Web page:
Forum Index > Trip Reports > Backdoor Tatoosh Buttes, via BC Pasayten R. Sept. 29-Oct. 3
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D. Inscho
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Joined: 28 Feb 2010
Posts: 946 | TRs | Pics
Location: Bellingham,WA
D. Inscho
Not bored yet...
PostTue Oct 05, 2010 7:52 pm 
I visited Tatoosh 11 years ago and was not thrilled with the miles of horse-pounded tread in the Pasayten River valley.  But the spectacular nature of the destination remained in my memory.  So with a bit of research I schemed this route, allowing a single day approach, some travel on abandoned historical trails, and a bit of heedless illegal entry.  It had been on my list for a couple of years, but it seemed perfect for the weather window we received.

My commute to the TH just east of Manning took 3.25 hours (no wait at border).  I suppose it is fitting that one has to poke around to find the unmarked trail heading south to the Parson Smith tree (removed years ago and reportedly on display at Early Winters) site.
Bodhran & trail to Parson Smith tree
Bodhran & trail to Parson Smith tree

I immediately began to appreciate the scope of the fire that ravaged the area (watched from Jerry Lakes in 2006).  Not much green left for squares of miles.
Trail into US
Trail into US

The 2 miles to the border are entirely in burned over forest.  The trail is crude
Trail marker
Trail marker

but mostly logged out.   I passed the 6m border swath
Don't do it!
Don't do it!

and obelisk #85
Obelisk #85
Obelisk #85

without ceremony and continued onward to my wilderness date with Tatoosh.  I will admit to having a fugitive-like scare when hearing a Border Patrol helicopter within 15 minutes of re-entering the country.  I was in the open, no forest cover left.  But it was not for me and sped east on the border line.  Relief!

This US section (#461) has been tagged with red tape
US trail markers, Pasayten R.
US trail markers, Pasayten R.

and remains quite level
for the 2 miles to the former bridge site, connecting with the border trail #533.  The bridge is a charred memory.  I crossed near the former cabin site where the river is much shallower.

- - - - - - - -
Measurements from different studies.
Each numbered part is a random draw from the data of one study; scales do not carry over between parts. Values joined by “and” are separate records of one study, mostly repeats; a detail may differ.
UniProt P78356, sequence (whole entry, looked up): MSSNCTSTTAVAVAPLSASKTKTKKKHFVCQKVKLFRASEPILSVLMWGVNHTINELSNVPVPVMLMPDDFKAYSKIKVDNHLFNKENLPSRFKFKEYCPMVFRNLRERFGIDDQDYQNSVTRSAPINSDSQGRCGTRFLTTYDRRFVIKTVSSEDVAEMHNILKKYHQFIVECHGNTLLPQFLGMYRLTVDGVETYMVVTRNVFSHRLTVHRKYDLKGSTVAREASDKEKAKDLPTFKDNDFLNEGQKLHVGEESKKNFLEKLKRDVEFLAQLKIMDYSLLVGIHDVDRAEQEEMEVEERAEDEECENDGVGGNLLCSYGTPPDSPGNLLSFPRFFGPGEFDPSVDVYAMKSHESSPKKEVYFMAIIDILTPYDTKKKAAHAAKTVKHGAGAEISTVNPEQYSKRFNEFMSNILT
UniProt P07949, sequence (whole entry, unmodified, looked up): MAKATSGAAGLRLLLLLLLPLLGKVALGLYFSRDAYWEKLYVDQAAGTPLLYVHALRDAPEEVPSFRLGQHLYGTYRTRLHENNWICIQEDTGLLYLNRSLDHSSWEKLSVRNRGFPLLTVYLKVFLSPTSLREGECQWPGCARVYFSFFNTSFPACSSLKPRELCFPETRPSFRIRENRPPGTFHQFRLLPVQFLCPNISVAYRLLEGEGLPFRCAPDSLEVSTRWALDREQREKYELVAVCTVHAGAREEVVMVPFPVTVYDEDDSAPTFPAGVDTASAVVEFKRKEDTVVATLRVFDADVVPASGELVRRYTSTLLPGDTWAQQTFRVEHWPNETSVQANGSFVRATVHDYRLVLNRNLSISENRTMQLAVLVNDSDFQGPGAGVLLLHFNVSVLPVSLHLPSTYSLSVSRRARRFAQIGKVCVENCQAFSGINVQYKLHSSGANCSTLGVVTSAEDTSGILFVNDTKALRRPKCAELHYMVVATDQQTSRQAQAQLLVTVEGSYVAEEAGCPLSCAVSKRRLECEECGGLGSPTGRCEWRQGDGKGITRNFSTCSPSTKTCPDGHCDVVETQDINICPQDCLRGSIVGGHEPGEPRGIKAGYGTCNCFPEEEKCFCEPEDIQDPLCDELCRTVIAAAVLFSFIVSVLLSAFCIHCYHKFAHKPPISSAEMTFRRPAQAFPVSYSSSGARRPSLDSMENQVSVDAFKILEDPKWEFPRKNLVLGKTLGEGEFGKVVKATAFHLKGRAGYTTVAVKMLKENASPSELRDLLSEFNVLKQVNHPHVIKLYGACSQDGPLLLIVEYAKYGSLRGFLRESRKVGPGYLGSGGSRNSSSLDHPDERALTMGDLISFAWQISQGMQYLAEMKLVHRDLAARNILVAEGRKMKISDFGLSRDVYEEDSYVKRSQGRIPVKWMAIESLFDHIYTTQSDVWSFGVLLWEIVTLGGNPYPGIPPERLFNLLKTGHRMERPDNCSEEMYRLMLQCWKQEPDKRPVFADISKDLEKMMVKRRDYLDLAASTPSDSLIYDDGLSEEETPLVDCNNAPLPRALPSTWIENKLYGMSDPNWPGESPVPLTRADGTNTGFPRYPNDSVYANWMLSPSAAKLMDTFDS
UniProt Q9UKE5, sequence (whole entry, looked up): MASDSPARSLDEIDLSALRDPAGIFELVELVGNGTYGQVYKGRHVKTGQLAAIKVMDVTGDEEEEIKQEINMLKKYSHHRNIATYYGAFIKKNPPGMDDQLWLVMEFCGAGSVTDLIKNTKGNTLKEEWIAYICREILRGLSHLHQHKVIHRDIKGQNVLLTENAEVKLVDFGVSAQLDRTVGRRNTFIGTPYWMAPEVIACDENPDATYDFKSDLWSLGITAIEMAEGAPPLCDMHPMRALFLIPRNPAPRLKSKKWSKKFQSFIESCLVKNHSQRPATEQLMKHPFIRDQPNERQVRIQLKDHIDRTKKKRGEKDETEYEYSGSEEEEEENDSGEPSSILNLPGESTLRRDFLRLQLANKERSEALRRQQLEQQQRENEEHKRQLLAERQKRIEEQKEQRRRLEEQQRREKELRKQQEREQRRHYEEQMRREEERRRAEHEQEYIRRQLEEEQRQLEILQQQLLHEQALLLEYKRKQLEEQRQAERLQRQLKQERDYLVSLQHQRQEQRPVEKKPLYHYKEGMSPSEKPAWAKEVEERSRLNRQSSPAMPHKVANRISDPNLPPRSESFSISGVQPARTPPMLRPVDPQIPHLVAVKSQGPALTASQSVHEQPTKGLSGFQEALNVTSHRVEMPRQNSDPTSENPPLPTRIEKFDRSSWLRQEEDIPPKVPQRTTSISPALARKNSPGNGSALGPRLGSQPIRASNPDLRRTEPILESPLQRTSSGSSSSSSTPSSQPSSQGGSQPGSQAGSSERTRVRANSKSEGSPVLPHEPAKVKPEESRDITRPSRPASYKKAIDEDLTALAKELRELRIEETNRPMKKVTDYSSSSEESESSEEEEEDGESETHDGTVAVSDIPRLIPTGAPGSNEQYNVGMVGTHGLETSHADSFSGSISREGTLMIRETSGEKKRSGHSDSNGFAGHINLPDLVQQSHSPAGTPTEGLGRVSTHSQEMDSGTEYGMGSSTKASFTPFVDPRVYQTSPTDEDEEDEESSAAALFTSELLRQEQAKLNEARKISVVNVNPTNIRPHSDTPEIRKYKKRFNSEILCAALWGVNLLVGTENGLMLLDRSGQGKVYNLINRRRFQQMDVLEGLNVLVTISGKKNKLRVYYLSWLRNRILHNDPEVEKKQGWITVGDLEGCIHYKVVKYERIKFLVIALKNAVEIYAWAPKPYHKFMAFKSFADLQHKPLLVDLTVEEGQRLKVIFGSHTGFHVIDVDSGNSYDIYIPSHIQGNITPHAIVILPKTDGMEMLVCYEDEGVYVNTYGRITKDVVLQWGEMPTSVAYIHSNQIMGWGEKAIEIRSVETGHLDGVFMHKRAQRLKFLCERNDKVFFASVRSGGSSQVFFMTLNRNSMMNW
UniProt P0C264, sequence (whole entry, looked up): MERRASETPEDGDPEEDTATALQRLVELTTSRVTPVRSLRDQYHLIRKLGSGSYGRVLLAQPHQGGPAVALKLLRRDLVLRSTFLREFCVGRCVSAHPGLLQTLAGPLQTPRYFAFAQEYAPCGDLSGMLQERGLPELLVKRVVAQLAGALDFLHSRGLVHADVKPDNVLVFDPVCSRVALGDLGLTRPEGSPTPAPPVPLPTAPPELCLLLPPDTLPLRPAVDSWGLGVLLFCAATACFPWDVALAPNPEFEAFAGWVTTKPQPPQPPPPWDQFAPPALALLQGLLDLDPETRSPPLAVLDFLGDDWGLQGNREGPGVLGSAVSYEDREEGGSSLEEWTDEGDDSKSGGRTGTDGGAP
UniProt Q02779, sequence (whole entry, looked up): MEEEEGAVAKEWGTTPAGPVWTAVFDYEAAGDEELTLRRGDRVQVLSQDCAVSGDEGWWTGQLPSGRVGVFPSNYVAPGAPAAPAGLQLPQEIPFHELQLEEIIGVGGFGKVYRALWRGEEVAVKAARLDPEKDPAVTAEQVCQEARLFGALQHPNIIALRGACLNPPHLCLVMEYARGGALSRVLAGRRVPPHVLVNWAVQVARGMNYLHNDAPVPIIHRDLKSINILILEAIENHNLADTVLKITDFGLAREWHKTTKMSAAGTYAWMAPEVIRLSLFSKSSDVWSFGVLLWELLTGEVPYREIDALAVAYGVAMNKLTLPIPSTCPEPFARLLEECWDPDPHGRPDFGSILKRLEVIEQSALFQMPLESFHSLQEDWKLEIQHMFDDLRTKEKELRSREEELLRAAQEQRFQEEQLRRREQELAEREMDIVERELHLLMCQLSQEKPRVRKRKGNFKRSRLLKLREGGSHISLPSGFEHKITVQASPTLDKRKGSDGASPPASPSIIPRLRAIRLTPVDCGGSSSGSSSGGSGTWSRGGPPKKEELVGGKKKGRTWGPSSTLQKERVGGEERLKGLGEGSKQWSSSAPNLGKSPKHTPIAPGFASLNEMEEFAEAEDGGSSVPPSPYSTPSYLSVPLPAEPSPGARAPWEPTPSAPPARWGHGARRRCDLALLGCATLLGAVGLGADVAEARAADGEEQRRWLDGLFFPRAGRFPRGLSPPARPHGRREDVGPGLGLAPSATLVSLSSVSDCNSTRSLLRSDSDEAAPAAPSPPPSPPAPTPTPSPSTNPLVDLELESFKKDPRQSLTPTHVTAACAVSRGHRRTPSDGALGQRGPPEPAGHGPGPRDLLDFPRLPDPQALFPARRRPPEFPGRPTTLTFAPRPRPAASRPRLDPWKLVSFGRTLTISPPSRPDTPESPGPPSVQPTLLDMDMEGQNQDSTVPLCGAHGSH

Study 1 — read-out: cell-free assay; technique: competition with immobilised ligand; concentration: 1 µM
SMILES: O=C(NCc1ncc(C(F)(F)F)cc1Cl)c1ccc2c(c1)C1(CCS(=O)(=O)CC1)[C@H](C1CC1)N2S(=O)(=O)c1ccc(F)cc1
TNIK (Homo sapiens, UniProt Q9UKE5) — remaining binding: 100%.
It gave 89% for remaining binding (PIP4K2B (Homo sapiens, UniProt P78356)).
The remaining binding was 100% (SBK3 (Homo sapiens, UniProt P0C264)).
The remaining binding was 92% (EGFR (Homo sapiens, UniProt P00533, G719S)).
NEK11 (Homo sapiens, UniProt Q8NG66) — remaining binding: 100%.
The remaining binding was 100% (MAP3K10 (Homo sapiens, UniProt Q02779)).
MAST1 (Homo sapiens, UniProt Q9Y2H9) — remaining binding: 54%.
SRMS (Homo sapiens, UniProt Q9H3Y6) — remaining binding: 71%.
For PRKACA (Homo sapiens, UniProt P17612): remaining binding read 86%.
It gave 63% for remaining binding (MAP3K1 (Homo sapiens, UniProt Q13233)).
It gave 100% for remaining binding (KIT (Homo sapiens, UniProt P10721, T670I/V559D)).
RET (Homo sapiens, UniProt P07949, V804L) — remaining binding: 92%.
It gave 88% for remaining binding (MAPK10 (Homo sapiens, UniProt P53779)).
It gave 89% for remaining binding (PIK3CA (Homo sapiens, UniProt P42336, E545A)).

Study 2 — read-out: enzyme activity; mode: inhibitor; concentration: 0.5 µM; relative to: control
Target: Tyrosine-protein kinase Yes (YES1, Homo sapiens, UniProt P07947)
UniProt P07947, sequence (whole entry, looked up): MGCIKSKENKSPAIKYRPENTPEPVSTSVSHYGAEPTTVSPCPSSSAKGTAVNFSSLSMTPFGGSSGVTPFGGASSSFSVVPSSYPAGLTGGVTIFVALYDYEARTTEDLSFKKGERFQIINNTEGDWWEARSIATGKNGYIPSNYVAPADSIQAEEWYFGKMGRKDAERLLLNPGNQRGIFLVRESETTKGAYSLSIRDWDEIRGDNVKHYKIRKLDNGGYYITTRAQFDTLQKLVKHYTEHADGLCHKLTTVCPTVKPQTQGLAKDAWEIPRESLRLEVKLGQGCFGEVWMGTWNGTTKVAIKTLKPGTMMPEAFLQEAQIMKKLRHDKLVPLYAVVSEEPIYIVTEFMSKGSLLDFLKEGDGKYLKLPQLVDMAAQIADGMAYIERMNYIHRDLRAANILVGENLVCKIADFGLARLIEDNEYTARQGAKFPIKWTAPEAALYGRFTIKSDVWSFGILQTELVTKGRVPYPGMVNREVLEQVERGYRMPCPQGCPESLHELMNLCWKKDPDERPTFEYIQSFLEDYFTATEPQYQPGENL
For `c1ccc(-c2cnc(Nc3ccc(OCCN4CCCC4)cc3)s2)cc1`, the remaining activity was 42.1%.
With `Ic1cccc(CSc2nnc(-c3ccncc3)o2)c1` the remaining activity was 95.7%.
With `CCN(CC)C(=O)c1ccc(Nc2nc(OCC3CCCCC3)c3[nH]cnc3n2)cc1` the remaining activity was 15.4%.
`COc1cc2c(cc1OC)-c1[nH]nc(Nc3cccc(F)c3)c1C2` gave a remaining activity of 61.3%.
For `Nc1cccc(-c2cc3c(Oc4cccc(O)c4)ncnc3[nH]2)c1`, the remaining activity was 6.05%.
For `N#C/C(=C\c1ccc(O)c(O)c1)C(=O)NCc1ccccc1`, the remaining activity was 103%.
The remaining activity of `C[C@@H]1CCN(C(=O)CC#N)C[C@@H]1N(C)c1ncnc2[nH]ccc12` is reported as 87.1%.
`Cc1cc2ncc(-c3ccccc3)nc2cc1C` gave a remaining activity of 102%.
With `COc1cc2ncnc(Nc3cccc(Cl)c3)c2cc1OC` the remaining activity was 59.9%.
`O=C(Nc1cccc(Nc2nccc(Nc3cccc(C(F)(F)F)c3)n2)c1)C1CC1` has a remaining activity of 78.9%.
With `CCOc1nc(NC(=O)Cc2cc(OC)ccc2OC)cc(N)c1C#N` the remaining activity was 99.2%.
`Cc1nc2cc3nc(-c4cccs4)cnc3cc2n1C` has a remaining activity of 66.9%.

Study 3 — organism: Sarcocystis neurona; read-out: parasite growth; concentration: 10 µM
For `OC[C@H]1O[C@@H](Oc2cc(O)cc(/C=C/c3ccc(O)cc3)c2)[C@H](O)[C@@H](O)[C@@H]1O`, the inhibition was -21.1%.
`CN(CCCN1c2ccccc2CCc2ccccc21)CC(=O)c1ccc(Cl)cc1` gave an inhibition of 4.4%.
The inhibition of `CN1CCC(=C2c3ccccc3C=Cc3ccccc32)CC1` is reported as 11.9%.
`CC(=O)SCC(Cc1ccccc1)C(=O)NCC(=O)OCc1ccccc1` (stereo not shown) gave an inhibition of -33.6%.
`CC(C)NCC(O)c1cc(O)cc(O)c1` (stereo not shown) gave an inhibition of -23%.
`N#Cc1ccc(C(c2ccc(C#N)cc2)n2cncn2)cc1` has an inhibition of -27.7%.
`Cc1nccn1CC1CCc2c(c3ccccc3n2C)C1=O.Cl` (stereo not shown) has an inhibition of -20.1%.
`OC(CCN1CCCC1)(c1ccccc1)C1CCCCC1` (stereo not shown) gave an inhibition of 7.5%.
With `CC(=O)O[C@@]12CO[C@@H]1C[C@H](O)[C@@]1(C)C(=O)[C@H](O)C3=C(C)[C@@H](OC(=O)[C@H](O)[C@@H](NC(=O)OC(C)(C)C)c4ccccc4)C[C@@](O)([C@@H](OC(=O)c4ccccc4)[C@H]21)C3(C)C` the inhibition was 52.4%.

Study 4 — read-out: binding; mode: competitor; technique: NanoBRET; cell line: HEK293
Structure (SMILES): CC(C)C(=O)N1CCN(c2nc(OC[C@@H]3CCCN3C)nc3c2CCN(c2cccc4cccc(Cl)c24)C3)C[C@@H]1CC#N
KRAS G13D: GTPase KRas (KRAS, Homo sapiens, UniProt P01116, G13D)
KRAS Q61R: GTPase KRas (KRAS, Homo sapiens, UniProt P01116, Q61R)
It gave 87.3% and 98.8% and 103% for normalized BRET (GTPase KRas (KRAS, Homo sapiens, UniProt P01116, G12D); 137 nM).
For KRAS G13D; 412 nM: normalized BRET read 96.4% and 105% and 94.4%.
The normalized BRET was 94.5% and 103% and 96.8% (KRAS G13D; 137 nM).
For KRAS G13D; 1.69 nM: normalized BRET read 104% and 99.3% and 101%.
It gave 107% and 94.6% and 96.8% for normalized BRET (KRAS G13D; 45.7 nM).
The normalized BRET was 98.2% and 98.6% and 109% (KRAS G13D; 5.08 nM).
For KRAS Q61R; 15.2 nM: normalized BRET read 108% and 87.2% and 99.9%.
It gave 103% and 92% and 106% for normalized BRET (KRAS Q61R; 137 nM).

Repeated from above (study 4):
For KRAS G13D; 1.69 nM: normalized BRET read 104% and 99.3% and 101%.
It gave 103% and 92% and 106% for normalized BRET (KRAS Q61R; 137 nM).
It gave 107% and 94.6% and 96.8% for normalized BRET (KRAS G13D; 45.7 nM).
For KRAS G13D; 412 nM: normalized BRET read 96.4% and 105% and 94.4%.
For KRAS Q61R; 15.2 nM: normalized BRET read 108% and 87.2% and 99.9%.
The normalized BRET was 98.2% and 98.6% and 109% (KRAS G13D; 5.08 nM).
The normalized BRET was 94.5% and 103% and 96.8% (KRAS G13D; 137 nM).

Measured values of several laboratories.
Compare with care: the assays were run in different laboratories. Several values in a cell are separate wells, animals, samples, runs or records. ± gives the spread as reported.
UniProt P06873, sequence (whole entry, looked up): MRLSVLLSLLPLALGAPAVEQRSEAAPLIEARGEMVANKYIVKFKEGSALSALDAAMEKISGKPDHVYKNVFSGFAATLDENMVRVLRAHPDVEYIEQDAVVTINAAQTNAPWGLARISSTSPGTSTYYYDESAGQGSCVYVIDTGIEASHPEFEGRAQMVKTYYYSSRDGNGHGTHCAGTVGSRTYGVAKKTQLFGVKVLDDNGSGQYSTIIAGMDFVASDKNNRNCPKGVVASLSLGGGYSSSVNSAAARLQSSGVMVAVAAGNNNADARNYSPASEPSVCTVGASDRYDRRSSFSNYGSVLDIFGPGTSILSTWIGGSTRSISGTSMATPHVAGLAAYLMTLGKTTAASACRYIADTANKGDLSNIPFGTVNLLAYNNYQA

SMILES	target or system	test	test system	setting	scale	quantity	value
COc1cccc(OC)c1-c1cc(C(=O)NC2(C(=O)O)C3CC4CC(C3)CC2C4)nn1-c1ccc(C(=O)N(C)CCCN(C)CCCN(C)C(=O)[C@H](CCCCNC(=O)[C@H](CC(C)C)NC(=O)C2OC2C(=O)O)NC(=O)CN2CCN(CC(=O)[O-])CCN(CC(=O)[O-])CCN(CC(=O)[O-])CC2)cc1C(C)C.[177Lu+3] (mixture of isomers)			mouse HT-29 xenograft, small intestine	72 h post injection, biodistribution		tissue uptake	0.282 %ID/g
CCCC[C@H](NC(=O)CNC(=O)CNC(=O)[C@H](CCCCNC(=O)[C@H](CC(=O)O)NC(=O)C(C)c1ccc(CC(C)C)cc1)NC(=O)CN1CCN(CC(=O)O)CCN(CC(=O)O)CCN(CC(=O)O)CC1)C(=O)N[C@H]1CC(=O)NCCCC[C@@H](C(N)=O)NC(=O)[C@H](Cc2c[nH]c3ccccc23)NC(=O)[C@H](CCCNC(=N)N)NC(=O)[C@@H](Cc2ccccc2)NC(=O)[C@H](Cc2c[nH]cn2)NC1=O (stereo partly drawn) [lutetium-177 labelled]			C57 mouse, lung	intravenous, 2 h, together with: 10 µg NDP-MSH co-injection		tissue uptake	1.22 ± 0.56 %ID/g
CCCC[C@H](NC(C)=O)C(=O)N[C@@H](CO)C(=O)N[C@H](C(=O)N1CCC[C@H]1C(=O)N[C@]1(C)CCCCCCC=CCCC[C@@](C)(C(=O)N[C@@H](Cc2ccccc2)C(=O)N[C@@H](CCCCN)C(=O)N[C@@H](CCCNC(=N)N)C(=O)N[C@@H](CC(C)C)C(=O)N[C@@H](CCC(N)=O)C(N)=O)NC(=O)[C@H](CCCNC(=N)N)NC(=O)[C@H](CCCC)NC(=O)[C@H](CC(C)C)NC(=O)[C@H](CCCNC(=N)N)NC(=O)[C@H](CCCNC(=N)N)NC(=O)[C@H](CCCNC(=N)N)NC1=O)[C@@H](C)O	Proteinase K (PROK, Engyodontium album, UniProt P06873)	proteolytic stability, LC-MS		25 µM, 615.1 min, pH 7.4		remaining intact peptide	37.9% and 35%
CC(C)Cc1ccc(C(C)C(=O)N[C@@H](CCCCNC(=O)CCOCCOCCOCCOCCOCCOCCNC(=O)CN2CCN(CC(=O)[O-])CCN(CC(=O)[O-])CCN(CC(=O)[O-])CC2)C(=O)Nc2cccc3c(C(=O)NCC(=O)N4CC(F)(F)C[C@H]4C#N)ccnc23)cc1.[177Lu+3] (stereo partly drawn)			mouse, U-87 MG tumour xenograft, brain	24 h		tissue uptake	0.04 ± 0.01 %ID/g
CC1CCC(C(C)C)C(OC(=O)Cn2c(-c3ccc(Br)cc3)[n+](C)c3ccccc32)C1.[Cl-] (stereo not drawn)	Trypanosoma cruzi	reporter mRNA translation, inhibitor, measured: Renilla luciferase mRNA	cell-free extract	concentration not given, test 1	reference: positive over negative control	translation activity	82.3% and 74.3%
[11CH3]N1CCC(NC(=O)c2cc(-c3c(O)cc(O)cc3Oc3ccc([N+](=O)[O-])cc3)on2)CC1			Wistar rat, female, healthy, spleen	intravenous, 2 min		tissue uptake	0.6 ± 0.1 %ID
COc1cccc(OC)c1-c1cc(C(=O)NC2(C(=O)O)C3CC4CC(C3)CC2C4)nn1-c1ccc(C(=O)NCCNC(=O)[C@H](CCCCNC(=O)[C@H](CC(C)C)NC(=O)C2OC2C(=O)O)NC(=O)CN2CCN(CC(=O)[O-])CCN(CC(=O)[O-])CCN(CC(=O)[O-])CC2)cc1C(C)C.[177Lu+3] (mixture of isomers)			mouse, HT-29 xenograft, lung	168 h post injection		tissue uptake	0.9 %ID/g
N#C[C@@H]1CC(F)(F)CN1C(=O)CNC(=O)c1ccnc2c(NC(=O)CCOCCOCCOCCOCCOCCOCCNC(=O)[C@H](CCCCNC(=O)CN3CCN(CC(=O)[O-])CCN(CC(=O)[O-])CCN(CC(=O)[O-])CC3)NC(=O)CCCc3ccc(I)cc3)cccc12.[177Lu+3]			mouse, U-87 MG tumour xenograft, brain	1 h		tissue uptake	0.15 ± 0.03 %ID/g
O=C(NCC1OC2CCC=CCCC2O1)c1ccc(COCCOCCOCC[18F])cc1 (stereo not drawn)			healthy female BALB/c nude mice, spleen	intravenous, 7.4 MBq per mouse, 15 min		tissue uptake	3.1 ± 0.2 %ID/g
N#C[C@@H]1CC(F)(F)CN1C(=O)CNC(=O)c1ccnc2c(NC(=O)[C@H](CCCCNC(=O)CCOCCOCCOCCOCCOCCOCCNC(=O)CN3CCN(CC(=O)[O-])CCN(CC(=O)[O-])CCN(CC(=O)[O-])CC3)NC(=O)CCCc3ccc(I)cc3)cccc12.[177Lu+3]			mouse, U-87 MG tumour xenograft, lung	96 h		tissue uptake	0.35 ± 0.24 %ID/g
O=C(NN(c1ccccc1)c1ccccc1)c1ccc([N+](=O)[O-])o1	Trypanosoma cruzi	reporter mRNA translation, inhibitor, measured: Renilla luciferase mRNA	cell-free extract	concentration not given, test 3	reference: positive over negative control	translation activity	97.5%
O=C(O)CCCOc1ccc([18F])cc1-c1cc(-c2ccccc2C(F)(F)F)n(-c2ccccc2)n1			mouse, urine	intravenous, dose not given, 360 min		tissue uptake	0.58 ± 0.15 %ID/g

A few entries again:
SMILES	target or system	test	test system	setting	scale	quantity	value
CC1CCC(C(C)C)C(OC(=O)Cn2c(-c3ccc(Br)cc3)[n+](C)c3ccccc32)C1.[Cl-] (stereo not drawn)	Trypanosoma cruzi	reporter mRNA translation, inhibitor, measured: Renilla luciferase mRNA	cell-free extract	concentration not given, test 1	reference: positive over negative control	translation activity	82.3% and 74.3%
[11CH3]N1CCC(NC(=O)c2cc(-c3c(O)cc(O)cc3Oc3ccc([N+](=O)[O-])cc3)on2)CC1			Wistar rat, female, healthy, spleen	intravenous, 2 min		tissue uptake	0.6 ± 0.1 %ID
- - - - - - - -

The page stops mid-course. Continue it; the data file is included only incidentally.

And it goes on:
Pasayten River Moment from David Inscho on Vimeo.
No sign of the cabin but think I found the old privy.
USFS "Pasayten cabin" privy
USFS "Pasayten cabin" privy

At about .5 mile from the river, Bodhran (ever steadfast) and I picked up the faint track heading up Ptarmigan Ridge.

Now, I have travelled both burned-over trails, and long-forgotten trails, but not in combination; consider me now educated.  Things were fine up to 4700’; I could discern the track with little difficulty.  But from there to 5500’ it became a ghost of a trail in a jungle of downed timber, scrub trees, & annual growth.
The Carbon Forest "trail"
The Carbon Forest "trail"

Really, it was an imaginary friend more than anything.  When I found that friend I clung to him desperately, because as marginal as that trail was, it much better than clamoring fecklessly through, as it will henceforth be called, The Carbon Forest.  I will add here that the trail represented on USGS is only a rough approximation.

On a lighter note, fireweed has ripened and the seed fuzz was ready to fly; it was fortuitous that sweaty hiker-guy was passing through to foster propagation; I looked like a chicken-plucker for half the climb.

Conditions improved on the upper section of the ridge, as well as my ability to detect “trail” versus “not trail”.  So after 9 hours of toil,
Salt, blood, & charcoal
Salt, blood, & charcoal

Bodhran & I arrived at expansive golden grassy meadows,
Arrival!
Arrival!

with a feast of Pasayten peaks all around.
SW view
SW view
Tatoosh meadows
Tatoosh meadows

The spring from my prior visit was dry, but I found a better one another mile or so further at the 7000’ level.  It had a rocky bottom, about 4 inches deep, and good year-round flow(saw caddis fly larvae).
Precious water supply
Precious water supply

No need for filtering.   We had 4 nights to enjoy Tatoosh and commenced that project not long after unpacking.
Tatoosh meadows, Ptarmigan Peak & Mt. Lago in distance
Tatoosh meadows, Ptarmigan Peak & Mt. Lago in distance
Blue & Gold
Blue & Gold
Looking west
Looking west

Nights were spent staring upward into the cosmos,
Galactic blaze & burned trees
Galactic blaze & burned trees
Pleiades & Taurus
Pleiades & Taurus

and days wandering the Buttes,
Contrast
Contrast
Tatoosh Buttes- Castle Peak on left, Mt. Winthrop middle, and The Parks on right (thin strip of meadow on horizon)
Tatoosh Buttes- Castle Peak on left, Mt. Winthrop middle, and The Parks on right (thin strip of meadow on horizon)

Tamarack Ridge, and Ptarmigan Peak (12th entry for the year).
Ptarmigan ridge
Ptarmigan ridge
Mt. Carru from Ptarmigan
Mt. Carru from Ptarmigan
Jack, Crater, & Kulshan
Jack, Crater, & Kulshan
Jack's close-up
Jack's close-up
Tamarack Ridge & Tatoosh Buttes from Ptarmigan
Tamarack Ridge & Tatoosh Buttes from Ptarmigan

I also checked out tarn 7064’ north of Tamarack R.
It was shallow, but picturesque with alpine larch in their prime.
Torch
Torch
Museum wood
Museum wood

It was also a good chance for a sorely needed cleansing plunge (to rinse off salt, charcoal, & blood).   The highs were consistently around 63, and lows ranging from 28-40f.
Needle jam
Needle jam

There were fabulous camps north of Ptarmigan Peak at the headwaters of Tamarack creek (Larch groves & reliable water).
Larch & moon
Larch & moon

On the second night I was awakened at twilight by coyotes nearby, of course Bodhran was already out of his sleeping bag sitting at my side, sniffing intently.  They were within 50m, barking, yelping, woofing, & howling, both north and south of our bivy.  They eventually consolidated downwind, and then dispersed.   I think they were calling Bodhran a wuss for eating fancy food, & needing a bag to stay warm.  He seemed to get over it by breakfast.